Six major European banks explain their “tax optimisation” role to MEPs
MEPs quizzed six officials of major European banks on the role of offshore tax havens in corporate tax planning at a Special Committee on Tax Rulings II hearing on Monday. MEPs focused on the banks’ role of in facilitating aggressive tax planning for corporate clients. The bank officials said that recently-introduced measures requiring banks them to provide details of their profits and tax bills country by country have helped to promote transparency.
The six banks -- Crédit Agricole, ING Group, Nordea, Santander, UBS and Unicredit -- invited to the Tax Committee meeting were selected because, according to committee chair Alain Lamoussoure, they represented a "balanced sample" of European Banks. They are also some of the largest financial institutions in Europe, with assets and corporate clients worth billions of dollars. Some have been embroiled in legal action with national governments over tax affairs.
Country by country reporting
The banks welcomed the recent EU directive which took effect in 2015, which requires credit institutions and investment firms to disclose annually their profit or loss before tax, as well as tax paid, on a country by country basis. The measure is designed to prevent corporations from shifting profits across borders, often through tax havens, with the aim of reducing or eliminating the tax that they pay.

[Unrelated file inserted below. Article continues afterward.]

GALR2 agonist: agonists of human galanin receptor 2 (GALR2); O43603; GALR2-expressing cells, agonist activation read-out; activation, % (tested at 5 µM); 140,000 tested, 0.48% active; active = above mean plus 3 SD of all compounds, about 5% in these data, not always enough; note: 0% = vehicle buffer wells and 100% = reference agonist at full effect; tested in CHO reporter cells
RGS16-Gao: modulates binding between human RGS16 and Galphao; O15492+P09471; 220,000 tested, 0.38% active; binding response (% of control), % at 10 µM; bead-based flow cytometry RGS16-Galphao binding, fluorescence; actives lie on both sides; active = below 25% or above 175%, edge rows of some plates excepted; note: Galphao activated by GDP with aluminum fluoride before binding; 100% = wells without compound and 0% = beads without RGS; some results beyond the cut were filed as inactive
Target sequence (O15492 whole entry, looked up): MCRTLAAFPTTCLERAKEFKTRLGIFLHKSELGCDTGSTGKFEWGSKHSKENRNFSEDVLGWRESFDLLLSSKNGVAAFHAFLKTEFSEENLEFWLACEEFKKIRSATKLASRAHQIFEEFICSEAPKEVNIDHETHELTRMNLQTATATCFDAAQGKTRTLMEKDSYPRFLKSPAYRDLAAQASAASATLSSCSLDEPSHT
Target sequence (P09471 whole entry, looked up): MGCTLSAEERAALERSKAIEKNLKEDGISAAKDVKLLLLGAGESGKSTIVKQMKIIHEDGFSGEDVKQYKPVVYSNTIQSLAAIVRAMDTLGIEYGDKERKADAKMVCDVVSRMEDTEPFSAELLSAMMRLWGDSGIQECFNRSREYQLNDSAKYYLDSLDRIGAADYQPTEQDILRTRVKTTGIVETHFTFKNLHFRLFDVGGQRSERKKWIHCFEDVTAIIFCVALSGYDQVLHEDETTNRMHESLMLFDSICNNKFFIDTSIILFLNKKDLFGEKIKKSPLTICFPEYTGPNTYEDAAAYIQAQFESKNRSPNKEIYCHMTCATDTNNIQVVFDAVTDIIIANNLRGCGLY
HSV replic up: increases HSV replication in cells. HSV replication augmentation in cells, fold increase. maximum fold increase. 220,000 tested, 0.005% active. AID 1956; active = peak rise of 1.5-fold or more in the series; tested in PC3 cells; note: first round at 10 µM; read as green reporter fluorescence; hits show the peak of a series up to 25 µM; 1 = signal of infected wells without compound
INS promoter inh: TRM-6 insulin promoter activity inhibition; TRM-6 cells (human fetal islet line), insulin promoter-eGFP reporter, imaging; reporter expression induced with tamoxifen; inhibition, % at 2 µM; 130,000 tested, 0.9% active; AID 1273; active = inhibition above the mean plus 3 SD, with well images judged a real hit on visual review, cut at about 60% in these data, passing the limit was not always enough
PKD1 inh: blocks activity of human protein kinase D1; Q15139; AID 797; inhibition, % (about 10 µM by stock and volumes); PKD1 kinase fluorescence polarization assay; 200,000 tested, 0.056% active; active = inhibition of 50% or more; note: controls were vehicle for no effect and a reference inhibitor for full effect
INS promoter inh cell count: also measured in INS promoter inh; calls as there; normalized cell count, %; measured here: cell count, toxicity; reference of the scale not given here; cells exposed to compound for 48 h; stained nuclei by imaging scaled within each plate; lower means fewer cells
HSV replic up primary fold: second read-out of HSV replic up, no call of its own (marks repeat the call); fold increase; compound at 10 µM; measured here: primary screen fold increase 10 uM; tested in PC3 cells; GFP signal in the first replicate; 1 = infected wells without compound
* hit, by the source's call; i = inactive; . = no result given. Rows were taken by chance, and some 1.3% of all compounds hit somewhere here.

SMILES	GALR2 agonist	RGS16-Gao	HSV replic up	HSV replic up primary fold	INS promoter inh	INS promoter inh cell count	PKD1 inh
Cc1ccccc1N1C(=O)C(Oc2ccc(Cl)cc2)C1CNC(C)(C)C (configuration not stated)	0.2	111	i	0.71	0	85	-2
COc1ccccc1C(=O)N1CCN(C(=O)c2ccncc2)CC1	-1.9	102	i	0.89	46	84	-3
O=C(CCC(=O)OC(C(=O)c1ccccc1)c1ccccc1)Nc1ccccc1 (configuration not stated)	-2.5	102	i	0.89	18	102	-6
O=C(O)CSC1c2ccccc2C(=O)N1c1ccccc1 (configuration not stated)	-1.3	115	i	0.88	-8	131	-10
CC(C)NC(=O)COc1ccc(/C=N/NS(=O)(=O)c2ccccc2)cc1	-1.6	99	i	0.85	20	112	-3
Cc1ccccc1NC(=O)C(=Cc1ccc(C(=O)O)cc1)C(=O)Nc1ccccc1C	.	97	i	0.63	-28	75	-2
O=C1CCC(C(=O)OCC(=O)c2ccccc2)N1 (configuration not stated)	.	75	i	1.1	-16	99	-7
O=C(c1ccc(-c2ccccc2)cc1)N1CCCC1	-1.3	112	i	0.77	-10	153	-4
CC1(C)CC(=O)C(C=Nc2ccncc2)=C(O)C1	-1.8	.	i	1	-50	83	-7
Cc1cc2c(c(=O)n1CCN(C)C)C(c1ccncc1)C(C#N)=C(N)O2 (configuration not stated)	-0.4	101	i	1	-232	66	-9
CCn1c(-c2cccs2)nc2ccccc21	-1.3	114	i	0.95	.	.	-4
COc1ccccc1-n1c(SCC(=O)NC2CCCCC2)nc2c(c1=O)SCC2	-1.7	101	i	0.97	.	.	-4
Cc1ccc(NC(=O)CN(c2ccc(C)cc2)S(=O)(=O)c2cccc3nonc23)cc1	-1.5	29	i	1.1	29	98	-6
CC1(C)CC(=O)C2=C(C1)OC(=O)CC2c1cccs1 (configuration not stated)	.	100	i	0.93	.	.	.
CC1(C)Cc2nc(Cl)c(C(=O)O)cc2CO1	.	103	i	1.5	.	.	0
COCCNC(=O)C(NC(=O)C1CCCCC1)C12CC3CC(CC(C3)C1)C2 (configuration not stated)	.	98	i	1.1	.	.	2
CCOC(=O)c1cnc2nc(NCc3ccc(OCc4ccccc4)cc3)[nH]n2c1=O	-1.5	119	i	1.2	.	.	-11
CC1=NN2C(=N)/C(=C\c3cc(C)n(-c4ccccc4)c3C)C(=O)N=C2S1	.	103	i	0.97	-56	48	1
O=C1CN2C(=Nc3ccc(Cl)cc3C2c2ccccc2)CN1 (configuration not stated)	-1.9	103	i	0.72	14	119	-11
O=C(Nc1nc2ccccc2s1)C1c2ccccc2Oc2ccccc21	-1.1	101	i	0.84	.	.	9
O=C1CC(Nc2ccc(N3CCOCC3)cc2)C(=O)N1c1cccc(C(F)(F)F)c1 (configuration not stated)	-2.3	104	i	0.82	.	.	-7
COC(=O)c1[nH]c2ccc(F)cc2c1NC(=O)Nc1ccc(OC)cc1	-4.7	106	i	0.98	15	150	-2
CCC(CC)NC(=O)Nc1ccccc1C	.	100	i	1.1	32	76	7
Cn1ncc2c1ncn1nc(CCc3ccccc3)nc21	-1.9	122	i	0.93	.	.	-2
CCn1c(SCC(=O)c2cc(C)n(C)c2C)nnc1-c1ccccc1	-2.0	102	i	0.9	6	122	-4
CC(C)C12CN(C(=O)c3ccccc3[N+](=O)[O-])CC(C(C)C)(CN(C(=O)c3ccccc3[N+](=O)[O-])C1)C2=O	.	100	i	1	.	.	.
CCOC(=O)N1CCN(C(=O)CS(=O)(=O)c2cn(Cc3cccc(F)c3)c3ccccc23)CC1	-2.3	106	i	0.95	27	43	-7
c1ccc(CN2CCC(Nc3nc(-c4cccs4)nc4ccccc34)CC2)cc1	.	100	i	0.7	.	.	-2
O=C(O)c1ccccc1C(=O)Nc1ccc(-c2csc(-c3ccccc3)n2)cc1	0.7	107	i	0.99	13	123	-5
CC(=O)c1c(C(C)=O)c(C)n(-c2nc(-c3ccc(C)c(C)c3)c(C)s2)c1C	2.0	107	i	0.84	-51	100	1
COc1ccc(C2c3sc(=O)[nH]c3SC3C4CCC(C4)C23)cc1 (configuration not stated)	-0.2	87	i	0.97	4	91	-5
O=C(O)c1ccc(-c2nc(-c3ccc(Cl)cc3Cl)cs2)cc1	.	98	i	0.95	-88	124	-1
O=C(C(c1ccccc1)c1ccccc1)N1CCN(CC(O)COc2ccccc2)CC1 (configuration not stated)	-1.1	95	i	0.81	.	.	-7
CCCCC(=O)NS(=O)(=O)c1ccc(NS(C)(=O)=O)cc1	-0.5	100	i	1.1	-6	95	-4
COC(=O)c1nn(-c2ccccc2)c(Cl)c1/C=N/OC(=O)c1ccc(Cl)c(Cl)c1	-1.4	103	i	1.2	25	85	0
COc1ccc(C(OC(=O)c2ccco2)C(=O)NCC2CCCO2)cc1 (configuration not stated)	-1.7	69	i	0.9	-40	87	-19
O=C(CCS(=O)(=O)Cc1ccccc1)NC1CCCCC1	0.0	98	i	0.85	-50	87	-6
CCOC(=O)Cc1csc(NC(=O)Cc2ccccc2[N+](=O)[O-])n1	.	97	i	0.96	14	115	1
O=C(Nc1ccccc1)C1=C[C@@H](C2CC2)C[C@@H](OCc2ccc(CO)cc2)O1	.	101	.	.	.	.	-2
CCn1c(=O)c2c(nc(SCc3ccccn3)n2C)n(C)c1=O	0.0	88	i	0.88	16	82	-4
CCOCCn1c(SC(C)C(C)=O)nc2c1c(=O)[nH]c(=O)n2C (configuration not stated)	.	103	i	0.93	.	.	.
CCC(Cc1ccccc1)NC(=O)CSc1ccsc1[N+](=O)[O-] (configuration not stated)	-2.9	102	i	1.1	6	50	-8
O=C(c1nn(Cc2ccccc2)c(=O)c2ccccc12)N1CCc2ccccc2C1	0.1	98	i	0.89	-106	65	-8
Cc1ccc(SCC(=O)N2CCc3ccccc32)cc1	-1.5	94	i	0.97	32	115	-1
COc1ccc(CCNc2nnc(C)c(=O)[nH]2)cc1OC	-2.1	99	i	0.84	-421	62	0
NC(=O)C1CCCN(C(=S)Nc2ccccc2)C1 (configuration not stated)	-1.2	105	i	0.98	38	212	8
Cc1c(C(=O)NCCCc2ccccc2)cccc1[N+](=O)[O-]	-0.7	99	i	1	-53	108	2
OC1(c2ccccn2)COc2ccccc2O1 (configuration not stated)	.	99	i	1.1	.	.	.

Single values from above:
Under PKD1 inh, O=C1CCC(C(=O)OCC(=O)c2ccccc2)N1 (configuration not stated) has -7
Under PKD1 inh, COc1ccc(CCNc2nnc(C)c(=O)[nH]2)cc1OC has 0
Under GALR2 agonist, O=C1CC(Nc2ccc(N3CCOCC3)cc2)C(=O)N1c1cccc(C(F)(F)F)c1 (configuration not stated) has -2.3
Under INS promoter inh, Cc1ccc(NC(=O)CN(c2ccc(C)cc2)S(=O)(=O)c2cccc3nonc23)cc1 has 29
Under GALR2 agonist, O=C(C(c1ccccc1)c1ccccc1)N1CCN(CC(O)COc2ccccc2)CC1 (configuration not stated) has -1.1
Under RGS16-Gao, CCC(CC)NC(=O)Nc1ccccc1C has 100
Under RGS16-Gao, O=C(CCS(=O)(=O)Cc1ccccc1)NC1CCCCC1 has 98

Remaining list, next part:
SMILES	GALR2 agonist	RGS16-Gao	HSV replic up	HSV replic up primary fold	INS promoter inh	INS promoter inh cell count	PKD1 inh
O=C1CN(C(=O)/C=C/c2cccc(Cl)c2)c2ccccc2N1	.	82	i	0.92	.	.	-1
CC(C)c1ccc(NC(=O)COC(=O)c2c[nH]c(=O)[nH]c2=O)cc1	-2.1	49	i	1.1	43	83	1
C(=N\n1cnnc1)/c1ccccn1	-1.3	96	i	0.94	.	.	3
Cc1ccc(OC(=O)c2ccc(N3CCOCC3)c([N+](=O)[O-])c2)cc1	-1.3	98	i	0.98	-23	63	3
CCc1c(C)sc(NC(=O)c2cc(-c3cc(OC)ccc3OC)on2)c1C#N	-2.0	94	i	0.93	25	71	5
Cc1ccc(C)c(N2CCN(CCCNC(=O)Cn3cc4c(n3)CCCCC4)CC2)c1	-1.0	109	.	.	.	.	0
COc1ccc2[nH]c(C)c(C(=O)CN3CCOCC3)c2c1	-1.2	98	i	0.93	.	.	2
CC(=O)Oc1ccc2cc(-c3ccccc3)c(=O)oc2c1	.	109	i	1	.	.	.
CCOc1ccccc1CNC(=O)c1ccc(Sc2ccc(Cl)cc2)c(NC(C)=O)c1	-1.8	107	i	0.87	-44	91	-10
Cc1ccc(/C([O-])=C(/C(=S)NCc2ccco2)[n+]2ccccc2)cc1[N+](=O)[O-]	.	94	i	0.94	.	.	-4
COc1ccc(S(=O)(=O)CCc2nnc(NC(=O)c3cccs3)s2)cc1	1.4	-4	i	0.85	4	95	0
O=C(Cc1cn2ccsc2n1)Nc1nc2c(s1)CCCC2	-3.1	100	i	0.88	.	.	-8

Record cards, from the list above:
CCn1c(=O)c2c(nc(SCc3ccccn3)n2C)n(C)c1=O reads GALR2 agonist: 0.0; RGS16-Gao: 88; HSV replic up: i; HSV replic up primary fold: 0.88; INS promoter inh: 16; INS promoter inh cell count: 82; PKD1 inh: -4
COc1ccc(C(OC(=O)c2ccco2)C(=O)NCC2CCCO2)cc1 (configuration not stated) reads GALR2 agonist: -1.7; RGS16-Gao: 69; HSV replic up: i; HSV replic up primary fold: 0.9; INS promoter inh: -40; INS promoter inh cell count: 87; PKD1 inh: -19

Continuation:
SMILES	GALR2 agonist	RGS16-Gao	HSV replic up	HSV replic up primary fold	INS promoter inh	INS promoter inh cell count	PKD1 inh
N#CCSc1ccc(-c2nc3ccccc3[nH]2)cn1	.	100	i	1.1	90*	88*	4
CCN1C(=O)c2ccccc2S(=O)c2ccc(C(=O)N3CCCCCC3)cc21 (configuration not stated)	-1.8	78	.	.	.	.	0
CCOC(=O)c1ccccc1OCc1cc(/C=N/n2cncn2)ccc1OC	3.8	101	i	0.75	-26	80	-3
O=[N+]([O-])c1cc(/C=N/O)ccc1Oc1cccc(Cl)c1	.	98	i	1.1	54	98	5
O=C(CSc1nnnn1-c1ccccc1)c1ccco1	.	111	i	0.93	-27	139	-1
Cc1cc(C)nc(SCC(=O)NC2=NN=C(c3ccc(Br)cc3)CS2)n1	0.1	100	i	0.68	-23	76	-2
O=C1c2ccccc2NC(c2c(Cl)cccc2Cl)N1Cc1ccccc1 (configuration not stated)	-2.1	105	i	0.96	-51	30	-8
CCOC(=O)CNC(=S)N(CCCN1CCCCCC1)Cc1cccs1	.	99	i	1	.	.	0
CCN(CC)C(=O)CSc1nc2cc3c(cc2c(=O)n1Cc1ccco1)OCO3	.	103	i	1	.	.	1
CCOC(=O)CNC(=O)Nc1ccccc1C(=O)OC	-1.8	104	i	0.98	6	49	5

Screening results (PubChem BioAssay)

Tax: obeying the letter and the spirit of the law
The banks rejected suggestions that they help corporate clients to reduce their tax bills. They insisted that when it came to paying taxes themselves, or in connection with their clients' businesses, they not only followed the letter, but also the spirit, of the law. Others, such as Santander, went further, insisting that they provided clients only with a banking service, not with tax advice.
One MEP raised the subject of a report issued earlier this year by the charity, Oxfam, which warned that the EU's measures to combat tax avoidance would fail to end tax havens. The banks -- many of which have branches in tax jurisdictions -- rejected suggestions that they used offshore investments to shelter profits.
Watch the debate on VOD. (Click on 21 March 2016)